Archive for the ‘Higher education’ Category
“Education is the cartel that technology is going to break next” “Higher education is just on the edge of the crevasse … I think even five years from now these enterprises are going to be in real trouble”. So where once you chose one college or university and hoped that each semester there would be an interesting subject available to you, the availability of MOOCs means that anyone with an internet connection can choose a course from the world’s top universities. For the remote and distant learners I work with, or those in developing countries where university-level education is not universally accessible, it means something even more – being able to study at all, and world-class courses at that. The other example of Education defying its ‘slow to adopt’ past has been the rise of mobile devices and the increased access to content they engender.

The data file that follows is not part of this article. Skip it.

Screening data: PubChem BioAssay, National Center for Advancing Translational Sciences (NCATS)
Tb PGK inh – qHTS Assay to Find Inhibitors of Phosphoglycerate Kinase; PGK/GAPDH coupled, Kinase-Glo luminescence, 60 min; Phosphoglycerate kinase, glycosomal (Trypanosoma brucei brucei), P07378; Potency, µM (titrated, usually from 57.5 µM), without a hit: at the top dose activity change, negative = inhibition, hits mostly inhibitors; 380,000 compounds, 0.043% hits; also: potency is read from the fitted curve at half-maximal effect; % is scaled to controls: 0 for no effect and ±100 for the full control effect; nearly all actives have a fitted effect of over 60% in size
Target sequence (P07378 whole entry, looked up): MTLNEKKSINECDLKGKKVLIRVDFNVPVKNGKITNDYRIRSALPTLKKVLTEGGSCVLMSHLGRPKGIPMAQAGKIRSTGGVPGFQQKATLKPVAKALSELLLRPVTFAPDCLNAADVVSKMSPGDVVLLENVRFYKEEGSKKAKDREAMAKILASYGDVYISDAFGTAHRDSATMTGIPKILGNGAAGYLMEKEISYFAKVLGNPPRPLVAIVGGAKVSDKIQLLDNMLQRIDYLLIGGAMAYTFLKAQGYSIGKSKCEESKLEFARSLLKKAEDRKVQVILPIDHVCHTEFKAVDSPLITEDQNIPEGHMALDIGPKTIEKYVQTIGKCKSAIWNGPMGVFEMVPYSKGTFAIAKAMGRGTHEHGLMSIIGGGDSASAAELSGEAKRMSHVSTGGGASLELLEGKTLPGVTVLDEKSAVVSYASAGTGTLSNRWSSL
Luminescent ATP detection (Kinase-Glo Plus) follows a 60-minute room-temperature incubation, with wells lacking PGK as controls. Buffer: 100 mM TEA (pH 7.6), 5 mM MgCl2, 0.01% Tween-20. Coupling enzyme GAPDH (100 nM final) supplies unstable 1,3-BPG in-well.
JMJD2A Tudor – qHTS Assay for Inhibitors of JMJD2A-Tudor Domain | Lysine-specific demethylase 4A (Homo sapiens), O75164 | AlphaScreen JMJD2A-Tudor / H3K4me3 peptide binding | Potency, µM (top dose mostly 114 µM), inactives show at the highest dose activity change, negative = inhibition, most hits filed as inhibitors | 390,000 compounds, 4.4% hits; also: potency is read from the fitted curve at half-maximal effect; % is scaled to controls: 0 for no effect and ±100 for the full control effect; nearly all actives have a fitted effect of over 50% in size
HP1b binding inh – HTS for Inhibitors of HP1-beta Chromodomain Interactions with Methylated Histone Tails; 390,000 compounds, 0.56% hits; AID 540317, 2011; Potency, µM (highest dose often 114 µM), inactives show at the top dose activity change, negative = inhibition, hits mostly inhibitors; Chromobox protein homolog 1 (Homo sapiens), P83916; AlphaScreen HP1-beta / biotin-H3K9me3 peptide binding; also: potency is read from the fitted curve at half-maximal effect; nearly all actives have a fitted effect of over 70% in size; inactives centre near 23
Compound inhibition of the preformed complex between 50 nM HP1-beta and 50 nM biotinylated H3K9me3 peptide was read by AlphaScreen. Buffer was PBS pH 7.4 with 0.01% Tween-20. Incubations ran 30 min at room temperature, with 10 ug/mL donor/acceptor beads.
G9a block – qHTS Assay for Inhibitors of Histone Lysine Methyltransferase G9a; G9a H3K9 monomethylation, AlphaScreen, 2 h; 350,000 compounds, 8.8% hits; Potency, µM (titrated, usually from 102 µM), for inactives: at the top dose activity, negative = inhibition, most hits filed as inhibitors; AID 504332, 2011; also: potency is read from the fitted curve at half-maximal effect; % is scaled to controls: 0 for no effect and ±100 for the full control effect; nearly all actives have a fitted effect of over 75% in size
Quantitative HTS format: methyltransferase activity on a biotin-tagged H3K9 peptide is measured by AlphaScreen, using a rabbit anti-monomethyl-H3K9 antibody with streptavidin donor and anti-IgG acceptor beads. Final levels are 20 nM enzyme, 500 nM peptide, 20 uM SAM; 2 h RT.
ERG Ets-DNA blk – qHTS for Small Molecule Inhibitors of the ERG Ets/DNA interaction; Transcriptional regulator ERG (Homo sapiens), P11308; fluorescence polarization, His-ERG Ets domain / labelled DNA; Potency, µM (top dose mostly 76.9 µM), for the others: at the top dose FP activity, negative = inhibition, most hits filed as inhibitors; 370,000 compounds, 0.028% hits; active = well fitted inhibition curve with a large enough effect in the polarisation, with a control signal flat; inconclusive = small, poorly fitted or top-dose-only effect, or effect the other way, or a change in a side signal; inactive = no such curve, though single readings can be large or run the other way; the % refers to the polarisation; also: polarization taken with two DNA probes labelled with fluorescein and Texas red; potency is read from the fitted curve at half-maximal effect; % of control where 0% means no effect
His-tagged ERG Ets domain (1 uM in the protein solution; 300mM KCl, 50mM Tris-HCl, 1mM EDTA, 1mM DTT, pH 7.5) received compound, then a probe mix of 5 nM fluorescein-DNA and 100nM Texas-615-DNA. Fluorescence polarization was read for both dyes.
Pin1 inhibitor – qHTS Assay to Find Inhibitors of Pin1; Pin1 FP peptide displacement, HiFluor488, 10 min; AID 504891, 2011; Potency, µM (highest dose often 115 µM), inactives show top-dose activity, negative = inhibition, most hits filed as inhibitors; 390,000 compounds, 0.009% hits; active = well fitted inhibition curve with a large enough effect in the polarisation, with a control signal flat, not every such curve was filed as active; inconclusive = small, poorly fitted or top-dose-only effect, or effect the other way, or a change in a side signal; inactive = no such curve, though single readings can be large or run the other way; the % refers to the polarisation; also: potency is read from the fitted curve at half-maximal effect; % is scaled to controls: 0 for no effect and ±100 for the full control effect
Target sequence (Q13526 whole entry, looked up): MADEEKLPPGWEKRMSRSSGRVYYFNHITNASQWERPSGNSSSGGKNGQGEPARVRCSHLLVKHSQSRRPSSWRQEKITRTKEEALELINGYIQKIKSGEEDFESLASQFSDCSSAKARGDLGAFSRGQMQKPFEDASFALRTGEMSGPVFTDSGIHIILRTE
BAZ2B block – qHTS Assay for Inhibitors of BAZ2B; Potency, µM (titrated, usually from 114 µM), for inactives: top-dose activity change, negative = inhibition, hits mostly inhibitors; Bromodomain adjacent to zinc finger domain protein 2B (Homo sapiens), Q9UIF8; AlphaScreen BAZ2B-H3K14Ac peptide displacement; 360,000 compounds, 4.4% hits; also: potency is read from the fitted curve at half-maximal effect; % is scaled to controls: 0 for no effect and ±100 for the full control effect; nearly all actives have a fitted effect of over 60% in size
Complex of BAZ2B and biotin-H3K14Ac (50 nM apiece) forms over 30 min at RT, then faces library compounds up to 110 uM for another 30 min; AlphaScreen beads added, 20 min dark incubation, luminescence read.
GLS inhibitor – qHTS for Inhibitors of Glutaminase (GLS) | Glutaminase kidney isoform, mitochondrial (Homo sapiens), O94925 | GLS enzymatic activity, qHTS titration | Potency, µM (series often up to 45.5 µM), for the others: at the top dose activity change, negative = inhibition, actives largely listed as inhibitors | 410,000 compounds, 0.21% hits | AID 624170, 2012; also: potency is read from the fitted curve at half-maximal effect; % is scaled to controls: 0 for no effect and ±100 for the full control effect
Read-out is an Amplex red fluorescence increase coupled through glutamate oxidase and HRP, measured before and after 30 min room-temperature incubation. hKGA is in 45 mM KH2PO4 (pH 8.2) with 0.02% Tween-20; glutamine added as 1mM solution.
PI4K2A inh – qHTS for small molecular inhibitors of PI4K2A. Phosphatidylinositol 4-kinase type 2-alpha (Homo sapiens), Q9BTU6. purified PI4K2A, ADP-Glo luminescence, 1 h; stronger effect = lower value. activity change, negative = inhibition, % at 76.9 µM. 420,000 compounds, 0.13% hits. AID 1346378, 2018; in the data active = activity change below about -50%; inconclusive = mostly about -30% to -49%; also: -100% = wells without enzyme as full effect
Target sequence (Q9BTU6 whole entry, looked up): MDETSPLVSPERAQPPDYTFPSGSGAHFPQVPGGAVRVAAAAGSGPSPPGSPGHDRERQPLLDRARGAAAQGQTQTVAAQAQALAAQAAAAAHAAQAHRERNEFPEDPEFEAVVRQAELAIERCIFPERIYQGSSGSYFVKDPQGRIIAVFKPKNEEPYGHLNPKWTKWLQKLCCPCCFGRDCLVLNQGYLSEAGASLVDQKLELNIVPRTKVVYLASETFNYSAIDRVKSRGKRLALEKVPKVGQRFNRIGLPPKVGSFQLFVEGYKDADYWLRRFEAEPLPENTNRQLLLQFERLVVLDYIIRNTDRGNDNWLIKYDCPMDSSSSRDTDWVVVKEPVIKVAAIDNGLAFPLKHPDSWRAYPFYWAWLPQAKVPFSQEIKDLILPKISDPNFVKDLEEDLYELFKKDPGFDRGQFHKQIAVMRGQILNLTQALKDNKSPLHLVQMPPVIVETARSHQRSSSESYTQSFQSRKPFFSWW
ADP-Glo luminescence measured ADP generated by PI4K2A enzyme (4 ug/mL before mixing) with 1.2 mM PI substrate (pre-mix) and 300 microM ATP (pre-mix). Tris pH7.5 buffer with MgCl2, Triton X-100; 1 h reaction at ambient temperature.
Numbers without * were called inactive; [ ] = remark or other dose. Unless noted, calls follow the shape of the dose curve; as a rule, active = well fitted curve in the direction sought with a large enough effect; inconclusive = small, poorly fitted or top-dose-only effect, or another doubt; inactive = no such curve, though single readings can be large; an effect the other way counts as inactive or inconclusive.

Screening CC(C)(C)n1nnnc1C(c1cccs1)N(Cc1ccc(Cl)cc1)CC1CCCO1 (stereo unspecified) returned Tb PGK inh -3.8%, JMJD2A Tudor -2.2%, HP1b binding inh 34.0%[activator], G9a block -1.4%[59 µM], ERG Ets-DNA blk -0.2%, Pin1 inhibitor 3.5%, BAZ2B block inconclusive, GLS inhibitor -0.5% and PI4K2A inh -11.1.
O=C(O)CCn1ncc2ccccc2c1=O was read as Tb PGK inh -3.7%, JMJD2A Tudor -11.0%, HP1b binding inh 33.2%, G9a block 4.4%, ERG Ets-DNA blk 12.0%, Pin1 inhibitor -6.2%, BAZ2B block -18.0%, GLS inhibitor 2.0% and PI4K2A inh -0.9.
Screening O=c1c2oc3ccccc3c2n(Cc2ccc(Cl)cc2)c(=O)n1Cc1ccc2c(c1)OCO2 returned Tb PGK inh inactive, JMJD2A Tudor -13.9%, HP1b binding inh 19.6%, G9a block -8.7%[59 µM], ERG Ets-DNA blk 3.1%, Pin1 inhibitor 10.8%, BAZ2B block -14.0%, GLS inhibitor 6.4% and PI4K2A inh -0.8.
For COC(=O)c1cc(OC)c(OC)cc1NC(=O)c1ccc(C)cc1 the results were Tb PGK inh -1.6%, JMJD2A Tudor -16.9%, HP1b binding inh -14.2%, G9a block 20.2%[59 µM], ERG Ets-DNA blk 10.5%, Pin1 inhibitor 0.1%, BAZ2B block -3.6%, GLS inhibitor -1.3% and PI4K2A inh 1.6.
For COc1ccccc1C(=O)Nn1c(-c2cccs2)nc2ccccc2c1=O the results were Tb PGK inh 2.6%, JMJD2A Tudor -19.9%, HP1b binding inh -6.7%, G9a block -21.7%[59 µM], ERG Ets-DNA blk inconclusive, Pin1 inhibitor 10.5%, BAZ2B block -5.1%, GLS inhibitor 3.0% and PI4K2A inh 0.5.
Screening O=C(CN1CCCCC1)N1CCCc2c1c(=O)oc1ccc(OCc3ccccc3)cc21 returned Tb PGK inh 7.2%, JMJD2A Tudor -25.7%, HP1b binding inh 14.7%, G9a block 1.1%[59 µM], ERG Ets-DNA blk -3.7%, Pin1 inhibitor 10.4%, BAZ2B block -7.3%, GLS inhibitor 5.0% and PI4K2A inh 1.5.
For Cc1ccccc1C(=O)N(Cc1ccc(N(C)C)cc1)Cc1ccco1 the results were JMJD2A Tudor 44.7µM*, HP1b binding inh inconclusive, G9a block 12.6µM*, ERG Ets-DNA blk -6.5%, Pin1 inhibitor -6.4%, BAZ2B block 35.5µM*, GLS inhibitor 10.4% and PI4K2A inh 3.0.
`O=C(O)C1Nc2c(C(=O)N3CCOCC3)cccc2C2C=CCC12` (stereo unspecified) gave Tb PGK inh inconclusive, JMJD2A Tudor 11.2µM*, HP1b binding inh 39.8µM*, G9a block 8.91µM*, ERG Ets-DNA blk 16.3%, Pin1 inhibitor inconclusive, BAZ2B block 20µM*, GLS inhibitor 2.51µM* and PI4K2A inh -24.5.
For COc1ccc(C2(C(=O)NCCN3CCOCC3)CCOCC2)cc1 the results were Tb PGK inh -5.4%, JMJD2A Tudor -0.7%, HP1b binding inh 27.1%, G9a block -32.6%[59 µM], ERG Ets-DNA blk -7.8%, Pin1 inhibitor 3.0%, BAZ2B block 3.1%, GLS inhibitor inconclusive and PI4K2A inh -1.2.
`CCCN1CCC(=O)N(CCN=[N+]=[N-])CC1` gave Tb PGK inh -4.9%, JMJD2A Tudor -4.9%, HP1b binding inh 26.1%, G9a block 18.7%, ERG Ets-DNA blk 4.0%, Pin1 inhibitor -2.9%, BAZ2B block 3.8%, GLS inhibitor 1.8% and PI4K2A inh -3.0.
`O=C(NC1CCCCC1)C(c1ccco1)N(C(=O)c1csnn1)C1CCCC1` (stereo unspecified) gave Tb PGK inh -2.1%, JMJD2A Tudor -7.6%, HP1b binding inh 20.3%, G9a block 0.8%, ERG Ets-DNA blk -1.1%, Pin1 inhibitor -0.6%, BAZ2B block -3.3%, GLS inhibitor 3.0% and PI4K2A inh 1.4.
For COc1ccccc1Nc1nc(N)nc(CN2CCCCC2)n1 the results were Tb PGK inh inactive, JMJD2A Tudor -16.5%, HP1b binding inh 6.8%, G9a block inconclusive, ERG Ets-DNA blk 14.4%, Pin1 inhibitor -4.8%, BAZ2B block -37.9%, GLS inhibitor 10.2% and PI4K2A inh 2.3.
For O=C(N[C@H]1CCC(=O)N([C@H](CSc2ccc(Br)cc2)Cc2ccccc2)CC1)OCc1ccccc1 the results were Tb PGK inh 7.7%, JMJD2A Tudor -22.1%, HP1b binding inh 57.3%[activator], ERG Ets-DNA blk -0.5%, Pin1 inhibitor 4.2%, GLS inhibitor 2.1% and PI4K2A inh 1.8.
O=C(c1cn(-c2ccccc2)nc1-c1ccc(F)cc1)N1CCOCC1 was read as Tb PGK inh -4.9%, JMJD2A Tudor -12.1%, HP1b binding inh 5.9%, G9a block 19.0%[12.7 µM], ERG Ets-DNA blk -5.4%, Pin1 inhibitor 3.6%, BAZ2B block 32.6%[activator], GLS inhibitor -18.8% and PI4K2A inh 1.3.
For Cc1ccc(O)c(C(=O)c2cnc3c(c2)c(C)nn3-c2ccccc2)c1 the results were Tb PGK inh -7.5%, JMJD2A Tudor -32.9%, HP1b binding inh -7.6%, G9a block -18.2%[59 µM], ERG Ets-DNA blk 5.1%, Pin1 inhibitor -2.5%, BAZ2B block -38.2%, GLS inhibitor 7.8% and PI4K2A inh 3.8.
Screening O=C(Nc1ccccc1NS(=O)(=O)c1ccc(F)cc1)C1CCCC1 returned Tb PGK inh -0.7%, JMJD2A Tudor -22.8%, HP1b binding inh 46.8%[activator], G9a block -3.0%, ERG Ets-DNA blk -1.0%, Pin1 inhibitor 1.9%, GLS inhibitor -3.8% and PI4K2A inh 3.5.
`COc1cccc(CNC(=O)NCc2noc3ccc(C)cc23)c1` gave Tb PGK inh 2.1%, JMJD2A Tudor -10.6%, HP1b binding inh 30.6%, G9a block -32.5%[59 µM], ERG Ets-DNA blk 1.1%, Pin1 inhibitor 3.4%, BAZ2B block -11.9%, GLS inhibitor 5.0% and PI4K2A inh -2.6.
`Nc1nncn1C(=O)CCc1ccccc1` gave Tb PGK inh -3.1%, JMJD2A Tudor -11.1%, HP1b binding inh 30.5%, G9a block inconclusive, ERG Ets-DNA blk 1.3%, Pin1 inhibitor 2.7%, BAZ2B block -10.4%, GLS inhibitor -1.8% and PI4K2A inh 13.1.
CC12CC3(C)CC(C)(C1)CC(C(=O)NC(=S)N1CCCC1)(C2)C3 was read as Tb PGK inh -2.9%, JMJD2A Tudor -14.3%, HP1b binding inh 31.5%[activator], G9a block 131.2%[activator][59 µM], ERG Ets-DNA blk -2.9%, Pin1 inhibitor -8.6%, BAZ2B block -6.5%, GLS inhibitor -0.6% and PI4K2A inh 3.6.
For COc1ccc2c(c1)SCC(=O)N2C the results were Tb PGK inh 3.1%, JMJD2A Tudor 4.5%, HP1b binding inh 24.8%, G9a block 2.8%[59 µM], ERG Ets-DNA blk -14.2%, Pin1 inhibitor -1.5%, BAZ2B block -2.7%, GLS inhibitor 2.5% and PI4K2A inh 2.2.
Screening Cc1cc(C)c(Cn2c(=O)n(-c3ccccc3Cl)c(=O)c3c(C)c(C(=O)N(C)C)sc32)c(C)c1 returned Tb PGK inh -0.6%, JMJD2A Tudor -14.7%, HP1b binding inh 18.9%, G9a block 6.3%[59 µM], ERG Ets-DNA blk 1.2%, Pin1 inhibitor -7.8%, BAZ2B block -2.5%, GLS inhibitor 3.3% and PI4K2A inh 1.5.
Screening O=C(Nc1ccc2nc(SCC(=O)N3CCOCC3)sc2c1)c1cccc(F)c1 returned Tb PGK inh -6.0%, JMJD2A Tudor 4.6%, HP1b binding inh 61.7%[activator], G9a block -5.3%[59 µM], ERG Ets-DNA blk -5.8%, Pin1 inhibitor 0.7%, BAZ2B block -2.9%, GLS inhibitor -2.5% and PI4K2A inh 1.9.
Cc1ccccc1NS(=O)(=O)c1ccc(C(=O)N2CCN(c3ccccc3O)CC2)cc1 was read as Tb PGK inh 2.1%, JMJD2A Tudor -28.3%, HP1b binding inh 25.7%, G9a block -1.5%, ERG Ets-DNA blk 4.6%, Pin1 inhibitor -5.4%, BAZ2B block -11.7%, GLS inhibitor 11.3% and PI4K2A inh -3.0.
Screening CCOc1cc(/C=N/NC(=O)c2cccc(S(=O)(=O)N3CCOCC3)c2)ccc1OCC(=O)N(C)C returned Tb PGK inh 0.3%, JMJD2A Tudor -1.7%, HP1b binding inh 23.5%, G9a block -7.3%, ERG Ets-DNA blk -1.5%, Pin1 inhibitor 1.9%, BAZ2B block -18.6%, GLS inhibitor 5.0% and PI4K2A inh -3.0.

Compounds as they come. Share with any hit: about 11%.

The rapid growth of OER provides new opportunities for teaching and learning, at the same time, they challenge established views about teaching and learning practices in higher education. This briefing paper provides the background to the current development of and future trends around OER aimed at adding to our understanding, stimulating ongoing debate among the JISC community and developing a research agenda. The briefing is structured in three sections:
- Discussion on the conceptual and contextual issues of Open Educational Resources.
- A review of current OER initiatives: their scale, approaches, main issues and challenges.